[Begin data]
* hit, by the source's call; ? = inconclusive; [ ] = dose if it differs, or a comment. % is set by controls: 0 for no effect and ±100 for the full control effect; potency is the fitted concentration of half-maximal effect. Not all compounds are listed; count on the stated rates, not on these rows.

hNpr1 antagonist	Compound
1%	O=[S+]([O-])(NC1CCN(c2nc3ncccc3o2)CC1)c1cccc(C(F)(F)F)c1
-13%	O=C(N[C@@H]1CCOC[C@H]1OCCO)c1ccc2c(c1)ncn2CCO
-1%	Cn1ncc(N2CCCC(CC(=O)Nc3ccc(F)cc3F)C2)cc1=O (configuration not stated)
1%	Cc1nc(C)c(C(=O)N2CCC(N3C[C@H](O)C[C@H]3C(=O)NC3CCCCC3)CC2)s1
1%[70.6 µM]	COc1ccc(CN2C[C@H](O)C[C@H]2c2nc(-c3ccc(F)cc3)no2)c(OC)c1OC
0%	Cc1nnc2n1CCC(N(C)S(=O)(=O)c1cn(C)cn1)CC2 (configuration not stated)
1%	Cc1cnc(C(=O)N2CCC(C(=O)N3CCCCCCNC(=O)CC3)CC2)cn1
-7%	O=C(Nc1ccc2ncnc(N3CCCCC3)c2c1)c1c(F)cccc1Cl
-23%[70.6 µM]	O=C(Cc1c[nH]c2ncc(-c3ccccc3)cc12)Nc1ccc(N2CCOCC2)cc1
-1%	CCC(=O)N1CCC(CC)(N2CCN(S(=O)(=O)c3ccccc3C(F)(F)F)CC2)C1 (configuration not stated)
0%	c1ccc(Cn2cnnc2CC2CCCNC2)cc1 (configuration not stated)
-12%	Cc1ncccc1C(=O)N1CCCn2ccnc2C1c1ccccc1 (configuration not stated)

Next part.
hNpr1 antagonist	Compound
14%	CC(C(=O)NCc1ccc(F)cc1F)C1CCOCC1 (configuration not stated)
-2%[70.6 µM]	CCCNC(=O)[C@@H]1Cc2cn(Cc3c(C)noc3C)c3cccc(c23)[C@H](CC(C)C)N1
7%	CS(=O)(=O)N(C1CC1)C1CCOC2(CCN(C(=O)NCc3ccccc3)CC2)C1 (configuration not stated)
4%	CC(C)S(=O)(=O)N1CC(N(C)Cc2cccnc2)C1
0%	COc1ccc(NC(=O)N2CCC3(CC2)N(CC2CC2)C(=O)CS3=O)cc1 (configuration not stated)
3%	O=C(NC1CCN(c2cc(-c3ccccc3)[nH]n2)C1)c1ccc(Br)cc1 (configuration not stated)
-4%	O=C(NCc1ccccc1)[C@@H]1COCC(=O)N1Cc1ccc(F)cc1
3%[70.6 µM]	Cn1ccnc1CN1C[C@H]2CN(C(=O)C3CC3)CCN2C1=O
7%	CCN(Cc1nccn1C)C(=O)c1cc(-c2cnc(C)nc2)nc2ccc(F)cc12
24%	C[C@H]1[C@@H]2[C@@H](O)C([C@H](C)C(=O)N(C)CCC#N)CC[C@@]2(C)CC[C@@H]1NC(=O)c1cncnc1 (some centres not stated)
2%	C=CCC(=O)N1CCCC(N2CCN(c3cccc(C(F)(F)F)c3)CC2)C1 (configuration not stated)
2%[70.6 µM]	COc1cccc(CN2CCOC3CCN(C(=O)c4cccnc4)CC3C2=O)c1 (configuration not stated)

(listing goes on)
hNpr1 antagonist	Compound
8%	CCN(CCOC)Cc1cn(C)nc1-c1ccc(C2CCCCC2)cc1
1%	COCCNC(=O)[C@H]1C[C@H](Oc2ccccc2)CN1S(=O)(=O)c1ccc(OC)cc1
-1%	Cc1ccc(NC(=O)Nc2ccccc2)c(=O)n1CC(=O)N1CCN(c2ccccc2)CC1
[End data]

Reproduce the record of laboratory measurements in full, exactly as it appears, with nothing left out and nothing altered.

* hit, by the source's call; ? = inconclusive; [ ] = dose if it differs, or a comment. % is set by controls: 0 for no effect and ±100 for the full control effect; potency is the fitted concentration of half-maximal effect. Not all compounds are listed; count on the stated rates, not on these rows.

hNpr1 antagonist	Compound
1%	O=[S+]([O-])(NC1CCN(c2nc3ncccc3o2)CC1)c1cccc(C(F)(F)F)c1
-13%	O=C(N[C@@H]1CCOC[C@H]1OCCO)c1ccc2c(c1)ncn2CCO
-1%	Cn1ncc(N2CCCC(CC(=O)Nc3ccc(F)cc3F)C2)cc1=O (configuration not stated)
1%	Cc1nc(C)c(C(=O)N2CCC(N3C[C@H](O)C[C@H]3C(=O)NC3CCCCC3)CC2)s1
1%[70.6 µM]	COc1ccc(CN2C[C@H](O)C[C@H]2c2nc(-c3ccc(F)cc3)no2)c(OC)c1OC
0%	Cc1nnc2n1CCC(N(C)S(=O)(=O)c1cn(C)cn1)CC2 (configuration not stated)
1%	Cc1cnc(C(=O)N2CCC(C(=O)N3CCCCCCNC(=O)CC3)CC2)cn1
-7%	O=C(Nc1ccc2ncnc(N3CCCCC3)c2c1)c1c(F)cccc1Cl
-23%[70.6 µM]	O=C(Cc1c[nH]c2ncc(-c3ccccc3)cc12)Nc1ccc(N2CCOCC2)cc1
-1%	CCC(=O)N1CCC(CC)(N2CCN(S(=O)(=O)c3ccccc3C(F)(F)F)CC2)C1 (configuration not stated)
0%	c1ccc(Cn2cnnc2CC2CCCNC2)cc1 (configuration not stated)
-12%	Cc1ncccc1C(=O)N1CCCn2ccnc2C1c1ccccc1 (configuration not stated)

Next part.
hNpr1 antagonist	Compound
14%	CC(C(=O)NCc1ccc(F)cc1F)C1CCOCC1 (configuration not stated)
-2%[70.6 µM]	CCCNC(=O)[C@@H]1Cc2cn(Cc3c(C)noc3C)c3cccc(c23)[C@H](CC(C)C)N1
7%	CS(=O)(=O)N(C1CC1)C1CCOC2(CCN(C(=O)NCc3ccccc3)CC2)C1 (configuration not stated)
4%	CC(C)S(=O)(=O)N1CC(N(C)Cc2cccnc2)C1
0%	COc1ccc(NC(=O)N2CCC3(CC2)N(CC2CC2)C(=O)CS3=O)cc1 (configuration not stated)
3%	O=C(NC1CCN(c2cc(-c3ccccc3)[nH]n2)C1)c1ccc(Br)cc1 (configuration not stated)
-4%	O=C(NCc1ccccc1)[C@@H]1COCC(=O)N1Cc1ccc(F)cc1
3%[70.6 µM]	Cn1ccnc1CN1C[C@H]2CN(C(=O)C3CC3)CCN2C1=O
7%	CCN(Cc1nccn1C)C(=O)c1cc(-c2cnc(C)nc2)nc2ccc(F)cc12
24%	C[C@H]1[C@@H]2[C@@H](O)C([C@H](C)C(=O)N(C)CCC#N)CC[C@@]2(C)CC[C@@H]1NC(=O)c1cncnc1 (some centres not stated)
2%	C=CCC(=O)N1CCCC(N2CCN(c3cccc(C(F)(F)F)c3)CC2)C1 (configuration not stated)
2%[70.6 µM]	COc1cccc(CN2CCOC3CCN(C(=O)c4cccnc4)CC3C2=O)c1 (configuration not stated)

(listing goes on)
hNpr1 antagonist	Compound
8%	CCN(CCOC)Cc1cn(C)nc1-c1ccc(C2CCCCC2)cc1
1%	COCCNC(=O)[C@H]1C[C@H](Oc2ccccc2)CN1S(=O)(=O)c1ccc(OC)cc1
-1%	Cc1ccc(NC(=O)Nc2ccccc2)c(=O)n1CC(=O)N1CCN(c2ccccc2)CC1